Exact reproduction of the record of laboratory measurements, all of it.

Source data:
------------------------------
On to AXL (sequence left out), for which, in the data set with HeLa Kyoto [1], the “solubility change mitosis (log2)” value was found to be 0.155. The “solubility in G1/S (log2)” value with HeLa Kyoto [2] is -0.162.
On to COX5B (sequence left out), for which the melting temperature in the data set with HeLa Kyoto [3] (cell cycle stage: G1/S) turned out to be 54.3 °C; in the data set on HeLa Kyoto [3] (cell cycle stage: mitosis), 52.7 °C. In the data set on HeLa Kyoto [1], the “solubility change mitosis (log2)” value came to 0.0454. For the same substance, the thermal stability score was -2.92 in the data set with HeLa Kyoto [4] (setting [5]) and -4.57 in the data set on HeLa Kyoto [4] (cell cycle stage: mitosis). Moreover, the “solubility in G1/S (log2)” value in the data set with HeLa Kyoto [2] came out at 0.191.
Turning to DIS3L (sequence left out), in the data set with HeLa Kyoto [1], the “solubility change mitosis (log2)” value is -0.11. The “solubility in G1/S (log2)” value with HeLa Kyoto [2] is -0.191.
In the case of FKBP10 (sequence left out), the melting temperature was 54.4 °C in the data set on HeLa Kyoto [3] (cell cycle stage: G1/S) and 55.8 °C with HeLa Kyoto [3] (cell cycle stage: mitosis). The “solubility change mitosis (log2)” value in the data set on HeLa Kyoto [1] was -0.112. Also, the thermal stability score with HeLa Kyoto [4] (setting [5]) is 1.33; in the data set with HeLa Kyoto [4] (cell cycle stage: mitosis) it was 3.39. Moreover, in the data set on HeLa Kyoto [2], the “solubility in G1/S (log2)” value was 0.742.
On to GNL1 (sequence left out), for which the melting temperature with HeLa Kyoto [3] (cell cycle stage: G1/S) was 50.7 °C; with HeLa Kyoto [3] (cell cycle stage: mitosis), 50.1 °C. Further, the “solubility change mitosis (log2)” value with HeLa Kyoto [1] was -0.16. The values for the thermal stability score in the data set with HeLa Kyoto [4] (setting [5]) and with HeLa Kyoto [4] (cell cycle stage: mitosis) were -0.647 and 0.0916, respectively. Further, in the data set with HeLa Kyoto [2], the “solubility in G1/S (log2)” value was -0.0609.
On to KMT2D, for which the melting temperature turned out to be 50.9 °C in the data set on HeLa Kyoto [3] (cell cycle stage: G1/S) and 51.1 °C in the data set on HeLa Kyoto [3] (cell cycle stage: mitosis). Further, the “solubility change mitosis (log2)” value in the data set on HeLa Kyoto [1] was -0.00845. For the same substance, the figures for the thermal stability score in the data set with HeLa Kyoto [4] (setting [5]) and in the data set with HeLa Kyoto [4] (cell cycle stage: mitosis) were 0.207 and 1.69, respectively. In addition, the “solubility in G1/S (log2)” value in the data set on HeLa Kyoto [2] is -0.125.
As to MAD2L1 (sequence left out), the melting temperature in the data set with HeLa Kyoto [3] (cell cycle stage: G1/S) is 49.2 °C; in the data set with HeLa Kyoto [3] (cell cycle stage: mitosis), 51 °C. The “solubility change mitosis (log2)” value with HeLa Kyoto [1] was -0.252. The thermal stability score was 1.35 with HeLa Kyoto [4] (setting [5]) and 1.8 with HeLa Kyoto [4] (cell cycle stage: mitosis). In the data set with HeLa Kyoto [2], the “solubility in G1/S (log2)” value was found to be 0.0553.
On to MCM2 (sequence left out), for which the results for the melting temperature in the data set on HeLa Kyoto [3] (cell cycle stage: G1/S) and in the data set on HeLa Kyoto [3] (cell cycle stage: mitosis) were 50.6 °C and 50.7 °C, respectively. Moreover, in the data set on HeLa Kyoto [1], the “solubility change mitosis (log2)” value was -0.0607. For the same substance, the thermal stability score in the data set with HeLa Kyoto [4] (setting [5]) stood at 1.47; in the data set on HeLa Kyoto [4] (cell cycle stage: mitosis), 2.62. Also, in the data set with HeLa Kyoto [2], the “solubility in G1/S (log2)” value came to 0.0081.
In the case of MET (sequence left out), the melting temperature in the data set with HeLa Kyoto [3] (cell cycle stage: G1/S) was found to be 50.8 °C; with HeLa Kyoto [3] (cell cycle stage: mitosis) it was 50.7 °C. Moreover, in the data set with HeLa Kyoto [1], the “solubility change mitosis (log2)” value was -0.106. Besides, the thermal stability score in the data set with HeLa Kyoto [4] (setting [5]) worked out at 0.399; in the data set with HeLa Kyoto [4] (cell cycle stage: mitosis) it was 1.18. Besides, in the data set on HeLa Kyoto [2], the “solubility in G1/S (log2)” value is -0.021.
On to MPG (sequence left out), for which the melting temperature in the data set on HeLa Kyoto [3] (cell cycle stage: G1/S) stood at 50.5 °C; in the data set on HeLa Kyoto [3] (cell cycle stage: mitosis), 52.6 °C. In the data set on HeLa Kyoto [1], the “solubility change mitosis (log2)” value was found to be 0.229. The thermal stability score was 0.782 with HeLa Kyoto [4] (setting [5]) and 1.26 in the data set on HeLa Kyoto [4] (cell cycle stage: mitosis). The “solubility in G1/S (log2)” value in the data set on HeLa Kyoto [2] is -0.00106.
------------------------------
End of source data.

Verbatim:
On to AXL (sequence left out), for which, in the data set with HeLa Kyoto [1], the “solubility change mitosis (log2)” value was found to be 0.155. The “solubility in G1/S (log2)” value with HeLa Kyoto [2] is -0.162.
On to COX5B (sequence left out), for which the melting temperature in the data set with HeLa Kyoto [3] (cell cycle stage: G1/S) turned out to be 54.3 °C; in the data set on HeLa Kyoto [3] (cell cycle stage: mitosis), 52.7 °C. In the data set on HeLa Kyoto [1], the “solubility change mitosis (log2)” value came to 0.0454. For the same substance, the thermal stability score was -2.92 in the data set with HeLa Kyoto [4] (setting [5]) and -4.57 in the data set on HeLa Kyoto [4] (cell cycle stage: mitosis). Moreover, the “solubility in G1/S (log2)” value in the data set with HeLa Kyoto [2] came out at 0.191.
Turning to DIS3L (sequence left out), in the data set with HeLa Kyoto [1], the “solubility change mitosis (log2)” value is -0.11. The “solubility in G1/S (log2)” value with HeLa Kyoto [2] is -0.191.
In the case of FKBP10 (sequence left out), the melting temperature was 54.4 °C in the data set on HeLa Kyoto [3] (cell cycle stage: G1/S) and 55.8 °C with HeLa Kyoto [3] (cell cycle stage: mitosis). The “solubility change mitosis (log2)” value in the data set on HeLa Kyoto [1] was -0.112. Also, the thermal stability score with HeLa Kyoto [4] (setting [5]) is 1.33; in the data set with HeLa Kyoto [4] (cell cycle stage: mitosis) it was 3.39. Moreover, in the data set on HeLa Kyoto [2], the “solubility in G1/S (log2)” value was 0.742.
On to GNL1 (sequence left out), for which the melting temperature with HeLa Kyoto [3] (cell cycle stage: G1/S) was 50.7 °C; with HeLa Kyoto [3] (cell cycle stage: mitosis), 50.1 °C. Further, the “solubility change mitosis (log2)” value with HeLa Kyoto [1] was -0.16. The values for the thermal stability score in the data set with HeLa Kyoto [4] (setting [5]) and with HeLa Kyoto [4] (cell cycle stage: mitosis) were -0.647 and 0.0916, respectively. Further, in the data set with HeLa Kyoto [2], the “solubility in G1/S (log2)” value was -0.0609.
On to KMT2D, for which the melting temperature turned out to be 50.9 °C in the data set on HeLa Kyoto [3] (cell cycle stage: G1/S) and 51.1 °C in the data set on HeLa Kyoto [3] (cell cycle stage: mitosis). Further, the “solubility change mitosis (log2)” value in the data set on HeLa Kyoto [1] was -0.00845. For the same substance, the figures for the thermal stability score in the data set with HeLa Kyoto [4] (setting [5]) and in the data set with HeLa Kyoto [4] (cell cycle stage: mitosis) were 0.207 and 1.69, respectively. In addition, the “solubility in G1/S (log2)” value in the data set on HeLa Kyoto [2] is -0.125.
As to MAD2L1 (sequence left out), the melting temperature in the data set with HeLa Kyoto [3] (cell cycle stage: G1/S) is 49.2 °C; in the data set with HeLa Kyoto [3] (cell cycle stage: mitosis), 51 °C. The “solubility change mitosis (log2)” value with HeLa Kyoto [1] was -0.252. The thermal stability score was 1.35 with HeLa Kyoto [4] (setting [5]) and 1.8 with HeLa Kyoto [4] (cell cycle stage: mitosis). In the data set with HeLa Kyoto [2], the “solubility in G1/S (log2)” value was found to be 0.0553.
On to MCM2 (sequence left out), for which the results for the melting temperature in the data set on HeLa Kyoto [3] (cell cycle stage: G1/S) and in the data set on HeLa Kyoto [3] (cell cycle stage: mitosis) were 50.6 °C and 50.7 °C, respectively. Moreover, in the data set on HeLa Kyoto [1], the “solubility change mitosis (log2)” value was -0.0607. For the same substance, the thermal stability score in the data set with HeLa Kyoto [4] (setting [5]) stood at 1.47; in the data set on HeLa Kyoto [4] (cell cycle stage: mitosis), 2.62. Also, in the data set with HeLa Kyoto [2], the “solubility in G1/S (log2)” value came to 0.0081.
In the case of MET (sequence left out), the melting temperature in the data set with HeLa Kyoto [3] (cell cycle stage: G1/S) was found to be 50.8 °C; with HeLa Kyoto [3] (cell cycle stage: mitosis) it was 50.7 °C. Moreover, in the data set with HeLa Kyoto [1], the “solubility change mitosis (log2)” value was -0.106. Besides, the thermal stability score in the data set with HeLa Kyoto [4] (setting [5]) worked out at 0.399; in the data set with HeLa Kyoto [4] (cell cycle stage: mitosis) it was 1.18. Besides, in the data set on HeLa Kyoto [2], the “solubility in G1/S (log2)” value is -0.021.
On to MPG (sequence left out), for which the melting temperature in the data set on HeLa Kyoto [3] (cell cycle stage: G1/S) stood at 50.5 °C; in the data set on HeLa Kyoto [3] (cell cycle stage: mitosis), 52.6 °C. In the data set on HeLa Kyoto [1], the “solubility change mitosis (log2)” value was found to be 0.229. The thermal stability score was 0.782 with HeLa Kyoto [4] (setting [5]) and 1.26 in the data set on HeLa Kyoto [4] (cell cycle stage: mitosis). The “solubility in G1/S (log2)” value in the data set on HeLa Kyoto [2] is -0.00106.